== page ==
"Dear Jim, I've got to tell you - that little AF4b of yours is a marvel.
I've logged close to a thousand miles on her so far, through streams,
rivers, canals, bays, sounds, and even one unplanned foray into
the wide Atlantic*; in blazing sunshine, driving rain, wind speeds
over 25k, and temps as low as 30º. Never once has she let me
down." So says Rene Vidmer. Beautiful picture and beautiful job
of building and using a boat.
AF4Breve, POWER CUDDY
SKIFF, 15.5' X 5', 350 POUNDS EMPTY
Bruce Given of Virginia
Beach, Virginia, did a perfect job on the AF4B prototype shown
above. He said he didn't have the shop space to build the 18'
AF4 and when I saw the photo
of him working I believed him. So I scrunched the 18' AF4 down
to 15.5'. I took 1' out of the cabin shortening it to 7', 1'
out of the cockpit shortening it to 5', and 6" out of the
motor well. I'm pretty sure everything is still acceptable,
although the longer AF4 might still be preferred if you can
live with the length. The width and depth of the cabin and transom
are the same as AF4's.
To a certain extent
you could build the shorter boat without new plans by scrunching
up the length dimensions. That method would be a lot more reliable
for a simple flat iron skiff like this one. For more complex
shapes where all the panels are expansions, including sides,
bottom and bilge panels, it would not be so reliable. Bill Wainright
built the original Smoar rowboat by scrunchng up the
Roar2 drawings but he is a sculptor and did the job
with a model. Later I drew Smoar from scratch. Also the bevels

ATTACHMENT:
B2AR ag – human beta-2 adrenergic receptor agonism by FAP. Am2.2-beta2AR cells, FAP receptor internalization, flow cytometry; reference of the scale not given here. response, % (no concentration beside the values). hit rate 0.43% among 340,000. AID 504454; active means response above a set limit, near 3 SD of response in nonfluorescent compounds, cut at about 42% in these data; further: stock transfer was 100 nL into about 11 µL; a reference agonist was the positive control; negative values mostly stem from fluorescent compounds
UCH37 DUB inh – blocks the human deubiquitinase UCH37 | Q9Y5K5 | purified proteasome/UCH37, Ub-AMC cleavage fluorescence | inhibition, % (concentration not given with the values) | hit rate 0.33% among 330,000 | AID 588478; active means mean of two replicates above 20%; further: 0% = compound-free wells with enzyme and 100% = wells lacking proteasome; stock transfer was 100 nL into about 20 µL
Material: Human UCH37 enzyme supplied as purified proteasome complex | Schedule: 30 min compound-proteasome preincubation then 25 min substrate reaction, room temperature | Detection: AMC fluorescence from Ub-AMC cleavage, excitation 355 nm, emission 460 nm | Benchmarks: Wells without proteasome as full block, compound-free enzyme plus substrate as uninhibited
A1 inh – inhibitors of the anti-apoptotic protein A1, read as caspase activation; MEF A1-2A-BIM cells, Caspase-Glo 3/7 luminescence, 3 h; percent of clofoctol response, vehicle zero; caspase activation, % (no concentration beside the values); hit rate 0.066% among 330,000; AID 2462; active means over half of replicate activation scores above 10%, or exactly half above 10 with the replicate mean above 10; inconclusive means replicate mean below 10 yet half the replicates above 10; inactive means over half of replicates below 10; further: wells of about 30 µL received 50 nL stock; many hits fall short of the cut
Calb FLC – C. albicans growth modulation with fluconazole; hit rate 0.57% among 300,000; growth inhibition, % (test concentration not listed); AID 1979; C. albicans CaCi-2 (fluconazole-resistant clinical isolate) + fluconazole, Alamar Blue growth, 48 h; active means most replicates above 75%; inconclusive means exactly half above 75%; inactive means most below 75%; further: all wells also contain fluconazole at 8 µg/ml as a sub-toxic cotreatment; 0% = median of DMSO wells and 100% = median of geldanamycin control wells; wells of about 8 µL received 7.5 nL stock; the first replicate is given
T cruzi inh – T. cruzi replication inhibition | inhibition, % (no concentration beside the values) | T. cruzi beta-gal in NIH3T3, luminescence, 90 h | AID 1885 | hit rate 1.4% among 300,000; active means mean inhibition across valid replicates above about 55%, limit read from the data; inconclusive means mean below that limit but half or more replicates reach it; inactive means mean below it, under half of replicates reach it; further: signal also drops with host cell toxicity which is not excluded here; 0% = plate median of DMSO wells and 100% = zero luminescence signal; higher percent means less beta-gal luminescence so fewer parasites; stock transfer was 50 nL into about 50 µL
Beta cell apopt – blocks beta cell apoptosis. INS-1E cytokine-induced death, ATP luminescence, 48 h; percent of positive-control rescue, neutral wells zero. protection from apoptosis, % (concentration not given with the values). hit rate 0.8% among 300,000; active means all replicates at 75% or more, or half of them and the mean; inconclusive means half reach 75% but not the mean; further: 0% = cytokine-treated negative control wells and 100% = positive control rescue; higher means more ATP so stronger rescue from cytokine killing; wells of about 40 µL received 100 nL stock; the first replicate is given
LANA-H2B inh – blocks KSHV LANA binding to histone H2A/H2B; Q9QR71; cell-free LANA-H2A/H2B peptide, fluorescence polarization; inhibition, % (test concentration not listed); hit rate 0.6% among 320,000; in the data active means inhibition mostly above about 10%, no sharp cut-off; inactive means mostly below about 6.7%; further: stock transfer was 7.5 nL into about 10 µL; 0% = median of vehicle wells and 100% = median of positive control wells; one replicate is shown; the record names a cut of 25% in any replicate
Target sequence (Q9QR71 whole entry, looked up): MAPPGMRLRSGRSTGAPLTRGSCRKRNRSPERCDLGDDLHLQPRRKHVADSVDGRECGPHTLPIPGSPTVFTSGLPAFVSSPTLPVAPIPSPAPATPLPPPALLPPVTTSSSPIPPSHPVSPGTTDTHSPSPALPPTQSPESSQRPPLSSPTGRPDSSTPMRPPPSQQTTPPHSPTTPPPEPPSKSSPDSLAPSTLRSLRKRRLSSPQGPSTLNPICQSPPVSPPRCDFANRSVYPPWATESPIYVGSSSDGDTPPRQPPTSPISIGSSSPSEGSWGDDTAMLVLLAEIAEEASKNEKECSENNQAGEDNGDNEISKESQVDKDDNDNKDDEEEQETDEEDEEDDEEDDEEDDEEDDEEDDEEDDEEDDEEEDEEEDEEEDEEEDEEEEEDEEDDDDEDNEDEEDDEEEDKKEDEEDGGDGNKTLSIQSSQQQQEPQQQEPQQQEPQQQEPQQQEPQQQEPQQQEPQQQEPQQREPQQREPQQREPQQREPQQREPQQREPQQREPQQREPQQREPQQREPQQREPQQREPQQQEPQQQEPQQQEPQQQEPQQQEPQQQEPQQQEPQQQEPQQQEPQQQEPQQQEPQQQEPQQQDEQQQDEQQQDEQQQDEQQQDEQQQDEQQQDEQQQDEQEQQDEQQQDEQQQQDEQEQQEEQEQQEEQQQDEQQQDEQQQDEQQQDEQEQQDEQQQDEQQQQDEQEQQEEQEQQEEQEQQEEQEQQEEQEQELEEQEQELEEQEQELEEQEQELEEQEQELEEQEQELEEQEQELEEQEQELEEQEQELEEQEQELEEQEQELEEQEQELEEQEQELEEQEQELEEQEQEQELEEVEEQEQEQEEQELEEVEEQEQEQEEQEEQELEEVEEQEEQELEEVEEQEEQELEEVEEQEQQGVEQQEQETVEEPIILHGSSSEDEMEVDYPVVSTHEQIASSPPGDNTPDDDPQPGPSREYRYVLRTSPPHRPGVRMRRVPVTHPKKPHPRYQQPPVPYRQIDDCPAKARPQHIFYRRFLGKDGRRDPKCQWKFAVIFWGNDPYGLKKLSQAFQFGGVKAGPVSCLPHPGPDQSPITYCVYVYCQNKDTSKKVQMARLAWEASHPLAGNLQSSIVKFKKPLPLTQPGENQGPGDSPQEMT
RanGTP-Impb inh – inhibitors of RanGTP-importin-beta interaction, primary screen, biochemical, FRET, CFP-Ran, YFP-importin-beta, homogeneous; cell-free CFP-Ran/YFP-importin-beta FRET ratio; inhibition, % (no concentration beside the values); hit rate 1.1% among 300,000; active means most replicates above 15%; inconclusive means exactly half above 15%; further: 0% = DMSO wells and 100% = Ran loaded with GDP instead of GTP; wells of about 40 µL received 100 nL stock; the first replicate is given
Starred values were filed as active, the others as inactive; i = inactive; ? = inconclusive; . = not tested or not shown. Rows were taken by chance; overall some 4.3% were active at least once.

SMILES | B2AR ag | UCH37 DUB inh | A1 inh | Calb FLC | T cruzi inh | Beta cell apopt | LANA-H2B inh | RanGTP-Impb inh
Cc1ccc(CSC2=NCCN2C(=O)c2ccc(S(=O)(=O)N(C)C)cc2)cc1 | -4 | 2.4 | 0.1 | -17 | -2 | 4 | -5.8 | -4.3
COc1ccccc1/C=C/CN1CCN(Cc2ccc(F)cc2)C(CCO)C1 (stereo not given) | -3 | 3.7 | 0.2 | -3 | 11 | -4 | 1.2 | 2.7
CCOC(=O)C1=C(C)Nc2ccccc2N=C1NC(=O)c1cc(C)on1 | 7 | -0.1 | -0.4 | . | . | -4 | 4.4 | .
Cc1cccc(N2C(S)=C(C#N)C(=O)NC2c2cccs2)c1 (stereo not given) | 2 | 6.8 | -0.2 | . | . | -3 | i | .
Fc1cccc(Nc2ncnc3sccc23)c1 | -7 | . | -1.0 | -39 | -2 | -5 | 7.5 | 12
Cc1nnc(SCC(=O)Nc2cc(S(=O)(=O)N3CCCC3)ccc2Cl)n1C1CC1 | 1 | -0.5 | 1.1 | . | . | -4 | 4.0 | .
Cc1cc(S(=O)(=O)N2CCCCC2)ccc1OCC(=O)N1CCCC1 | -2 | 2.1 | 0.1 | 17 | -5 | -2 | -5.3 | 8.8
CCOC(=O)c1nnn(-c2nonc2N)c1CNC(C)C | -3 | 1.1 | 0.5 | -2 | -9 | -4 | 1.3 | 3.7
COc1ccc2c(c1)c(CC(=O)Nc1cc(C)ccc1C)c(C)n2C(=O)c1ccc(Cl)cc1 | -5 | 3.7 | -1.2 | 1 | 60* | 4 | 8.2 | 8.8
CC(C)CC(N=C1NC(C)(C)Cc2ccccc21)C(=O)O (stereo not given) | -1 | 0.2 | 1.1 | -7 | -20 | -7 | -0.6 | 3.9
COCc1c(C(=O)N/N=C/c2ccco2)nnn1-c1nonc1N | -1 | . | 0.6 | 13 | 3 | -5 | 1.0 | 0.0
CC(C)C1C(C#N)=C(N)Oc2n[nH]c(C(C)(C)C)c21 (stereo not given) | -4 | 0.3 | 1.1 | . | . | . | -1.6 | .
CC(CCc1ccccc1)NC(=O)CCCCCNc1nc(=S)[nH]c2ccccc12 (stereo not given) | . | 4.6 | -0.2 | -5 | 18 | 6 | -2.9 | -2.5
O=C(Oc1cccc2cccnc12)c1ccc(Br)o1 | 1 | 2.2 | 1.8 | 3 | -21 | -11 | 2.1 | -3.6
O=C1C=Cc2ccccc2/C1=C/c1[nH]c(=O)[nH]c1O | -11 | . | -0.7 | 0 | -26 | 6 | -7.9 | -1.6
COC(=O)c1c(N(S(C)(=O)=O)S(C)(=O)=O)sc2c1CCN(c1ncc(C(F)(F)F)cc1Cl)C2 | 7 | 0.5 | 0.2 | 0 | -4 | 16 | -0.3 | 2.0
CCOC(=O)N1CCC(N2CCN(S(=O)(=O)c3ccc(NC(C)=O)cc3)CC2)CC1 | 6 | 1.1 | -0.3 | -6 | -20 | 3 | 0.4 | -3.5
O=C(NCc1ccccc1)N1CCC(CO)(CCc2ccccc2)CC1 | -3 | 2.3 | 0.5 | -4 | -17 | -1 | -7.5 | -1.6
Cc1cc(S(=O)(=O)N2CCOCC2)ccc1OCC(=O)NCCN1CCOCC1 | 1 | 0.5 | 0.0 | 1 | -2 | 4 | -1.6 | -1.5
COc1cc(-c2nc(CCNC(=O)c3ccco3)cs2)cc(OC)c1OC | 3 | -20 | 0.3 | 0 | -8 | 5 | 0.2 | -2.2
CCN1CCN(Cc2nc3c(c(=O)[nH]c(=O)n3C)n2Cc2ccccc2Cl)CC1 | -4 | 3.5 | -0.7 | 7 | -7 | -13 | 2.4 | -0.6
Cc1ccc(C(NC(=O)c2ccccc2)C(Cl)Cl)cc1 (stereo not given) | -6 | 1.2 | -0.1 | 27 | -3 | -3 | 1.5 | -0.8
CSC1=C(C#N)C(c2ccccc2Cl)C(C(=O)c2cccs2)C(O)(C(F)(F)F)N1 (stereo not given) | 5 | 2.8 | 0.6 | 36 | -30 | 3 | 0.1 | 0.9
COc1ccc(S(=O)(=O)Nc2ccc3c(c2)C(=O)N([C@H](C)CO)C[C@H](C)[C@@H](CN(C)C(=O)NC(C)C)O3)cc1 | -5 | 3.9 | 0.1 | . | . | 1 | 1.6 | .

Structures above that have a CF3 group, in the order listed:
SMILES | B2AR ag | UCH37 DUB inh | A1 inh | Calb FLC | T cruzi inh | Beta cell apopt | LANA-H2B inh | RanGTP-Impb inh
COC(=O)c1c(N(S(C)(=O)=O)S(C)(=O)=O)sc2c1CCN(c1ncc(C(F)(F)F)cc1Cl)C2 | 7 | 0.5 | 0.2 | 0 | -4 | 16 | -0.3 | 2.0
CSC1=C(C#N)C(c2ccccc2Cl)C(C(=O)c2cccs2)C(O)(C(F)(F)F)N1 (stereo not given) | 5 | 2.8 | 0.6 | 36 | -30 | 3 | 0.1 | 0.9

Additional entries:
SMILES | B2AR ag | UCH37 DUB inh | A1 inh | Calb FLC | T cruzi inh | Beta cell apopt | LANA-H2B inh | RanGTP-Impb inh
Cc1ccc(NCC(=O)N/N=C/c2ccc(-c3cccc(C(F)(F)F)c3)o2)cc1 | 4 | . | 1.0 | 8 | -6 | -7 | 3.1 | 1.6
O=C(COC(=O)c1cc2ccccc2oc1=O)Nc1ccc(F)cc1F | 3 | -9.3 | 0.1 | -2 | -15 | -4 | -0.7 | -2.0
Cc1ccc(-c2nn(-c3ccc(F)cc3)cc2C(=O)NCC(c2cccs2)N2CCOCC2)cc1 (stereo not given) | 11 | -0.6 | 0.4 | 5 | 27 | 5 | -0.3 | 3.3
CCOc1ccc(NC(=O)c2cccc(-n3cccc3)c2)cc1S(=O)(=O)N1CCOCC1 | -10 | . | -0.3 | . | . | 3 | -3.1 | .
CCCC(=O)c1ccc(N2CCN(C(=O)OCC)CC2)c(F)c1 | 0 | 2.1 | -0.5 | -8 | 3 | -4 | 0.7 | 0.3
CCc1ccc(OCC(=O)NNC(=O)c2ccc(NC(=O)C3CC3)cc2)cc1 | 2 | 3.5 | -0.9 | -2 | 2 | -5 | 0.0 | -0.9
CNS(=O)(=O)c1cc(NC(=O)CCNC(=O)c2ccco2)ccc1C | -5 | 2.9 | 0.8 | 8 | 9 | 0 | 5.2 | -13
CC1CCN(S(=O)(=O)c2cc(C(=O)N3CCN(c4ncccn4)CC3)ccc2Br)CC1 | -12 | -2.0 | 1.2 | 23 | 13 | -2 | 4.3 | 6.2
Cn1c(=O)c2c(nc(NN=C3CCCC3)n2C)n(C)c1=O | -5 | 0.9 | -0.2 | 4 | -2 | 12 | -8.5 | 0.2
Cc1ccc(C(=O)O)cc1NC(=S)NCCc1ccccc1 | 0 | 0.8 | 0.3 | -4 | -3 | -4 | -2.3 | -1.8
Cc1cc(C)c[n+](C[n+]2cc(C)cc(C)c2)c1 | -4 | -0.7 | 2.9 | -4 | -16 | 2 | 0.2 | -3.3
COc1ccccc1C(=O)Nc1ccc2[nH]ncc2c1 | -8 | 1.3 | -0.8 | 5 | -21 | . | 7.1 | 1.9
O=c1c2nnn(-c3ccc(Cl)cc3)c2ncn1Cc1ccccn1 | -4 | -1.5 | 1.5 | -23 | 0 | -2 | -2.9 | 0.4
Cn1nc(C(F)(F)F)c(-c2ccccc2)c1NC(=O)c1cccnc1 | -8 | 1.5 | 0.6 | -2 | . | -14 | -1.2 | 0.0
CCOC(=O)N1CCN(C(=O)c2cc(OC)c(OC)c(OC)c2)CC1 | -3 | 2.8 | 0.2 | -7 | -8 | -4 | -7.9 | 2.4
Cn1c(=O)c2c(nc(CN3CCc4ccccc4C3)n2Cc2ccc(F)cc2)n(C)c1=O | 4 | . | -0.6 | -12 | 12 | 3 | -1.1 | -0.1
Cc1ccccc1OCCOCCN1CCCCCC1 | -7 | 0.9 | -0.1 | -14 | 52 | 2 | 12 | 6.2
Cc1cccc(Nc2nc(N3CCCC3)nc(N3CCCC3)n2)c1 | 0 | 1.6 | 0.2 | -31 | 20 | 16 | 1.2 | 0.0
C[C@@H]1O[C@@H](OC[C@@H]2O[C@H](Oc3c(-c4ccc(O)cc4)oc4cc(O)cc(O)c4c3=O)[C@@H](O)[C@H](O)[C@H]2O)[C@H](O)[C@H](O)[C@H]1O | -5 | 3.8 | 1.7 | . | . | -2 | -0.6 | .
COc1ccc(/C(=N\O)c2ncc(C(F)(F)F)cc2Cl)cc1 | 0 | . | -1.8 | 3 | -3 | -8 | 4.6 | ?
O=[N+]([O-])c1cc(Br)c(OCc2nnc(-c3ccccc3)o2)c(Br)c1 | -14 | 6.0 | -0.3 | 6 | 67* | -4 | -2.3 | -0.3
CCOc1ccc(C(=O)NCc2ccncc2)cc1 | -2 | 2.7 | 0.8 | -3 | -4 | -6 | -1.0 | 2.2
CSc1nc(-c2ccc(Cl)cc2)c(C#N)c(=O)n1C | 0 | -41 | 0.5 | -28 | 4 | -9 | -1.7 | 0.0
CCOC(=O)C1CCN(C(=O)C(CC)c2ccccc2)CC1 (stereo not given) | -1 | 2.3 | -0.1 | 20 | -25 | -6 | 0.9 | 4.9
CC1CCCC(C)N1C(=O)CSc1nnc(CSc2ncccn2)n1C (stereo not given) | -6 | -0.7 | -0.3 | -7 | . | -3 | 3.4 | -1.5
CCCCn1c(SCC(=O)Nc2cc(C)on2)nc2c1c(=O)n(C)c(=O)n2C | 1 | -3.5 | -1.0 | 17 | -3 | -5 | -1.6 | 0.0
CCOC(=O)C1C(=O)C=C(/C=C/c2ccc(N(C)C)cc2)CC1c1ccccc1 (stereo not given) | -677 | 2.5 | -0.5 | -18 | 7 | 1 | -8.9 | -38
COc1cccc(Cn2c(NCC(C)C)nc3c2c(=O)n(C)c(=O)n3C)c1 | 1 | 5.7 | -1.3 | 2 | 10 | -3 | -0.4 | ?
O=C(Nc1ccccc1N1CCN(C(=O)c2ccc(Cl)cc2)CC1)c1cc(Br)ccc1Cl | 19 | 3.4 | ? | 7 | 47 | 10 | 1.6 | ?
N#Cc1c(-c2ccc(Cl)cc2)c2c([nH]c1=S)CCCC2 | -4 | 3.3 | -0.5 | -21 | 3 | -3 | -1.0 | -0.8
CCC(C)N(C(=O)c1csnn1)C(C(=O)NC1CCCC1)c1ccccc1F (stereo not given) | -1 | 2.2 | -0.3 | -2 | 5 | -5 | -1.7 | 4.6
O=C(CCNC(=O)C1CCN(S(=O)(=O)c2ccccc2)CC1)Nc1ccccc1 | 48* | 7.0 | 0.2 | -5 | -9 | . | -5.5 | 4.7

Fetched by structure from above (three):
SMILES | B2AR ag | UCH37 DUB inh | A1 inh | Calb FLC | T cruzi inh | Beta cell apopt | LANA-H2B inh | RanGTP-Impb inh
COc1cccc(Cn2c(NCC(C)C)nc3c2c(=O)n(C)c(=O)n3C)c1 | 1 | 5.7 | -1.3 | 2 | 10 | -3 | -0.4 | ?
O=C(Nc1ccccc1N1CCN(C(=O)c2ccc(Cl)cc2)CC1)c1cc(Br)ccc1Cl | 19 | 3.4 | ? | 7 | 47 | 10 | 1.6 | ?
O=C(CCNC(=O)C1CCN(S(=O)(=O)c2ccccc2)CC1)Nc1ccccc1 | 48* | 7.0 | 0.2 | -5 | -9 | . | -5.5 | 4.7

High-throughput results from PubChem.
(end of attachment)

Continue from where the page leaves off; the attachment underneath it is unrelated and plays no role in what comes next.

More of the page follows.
shown on the long boat drawings will not be correct. That might
be no problem with a taped seam hull.
So AF4B is a totally
new set of drawings. There are two changes made besides the
scrunching. I made the bottom 1/2" thick instead of 3/8"
as I built into my AF4. Most folks would prefer the extra stiffness.
On AF4 I think of the bottom flexing only when running hard
into chop. The extra thickness finds its way into a lot of other
parts since they are made from the off fall of the bottom panels.
You could make the bottom from 3/8" ply and save about
50 pounds on the total weight. The second change adds a bottom
to the bow well which lifts the well bottom up about 18".
It is more complex to build but the original deeper well is
hard to reach all the way into. The area below the new well
is accessible from the cabin for an iota more storage.
10 horse power max.
AF4B is simple nail
and glue construction with four sheets of 1/4" plywood
and four sheets of 1/2" plywood.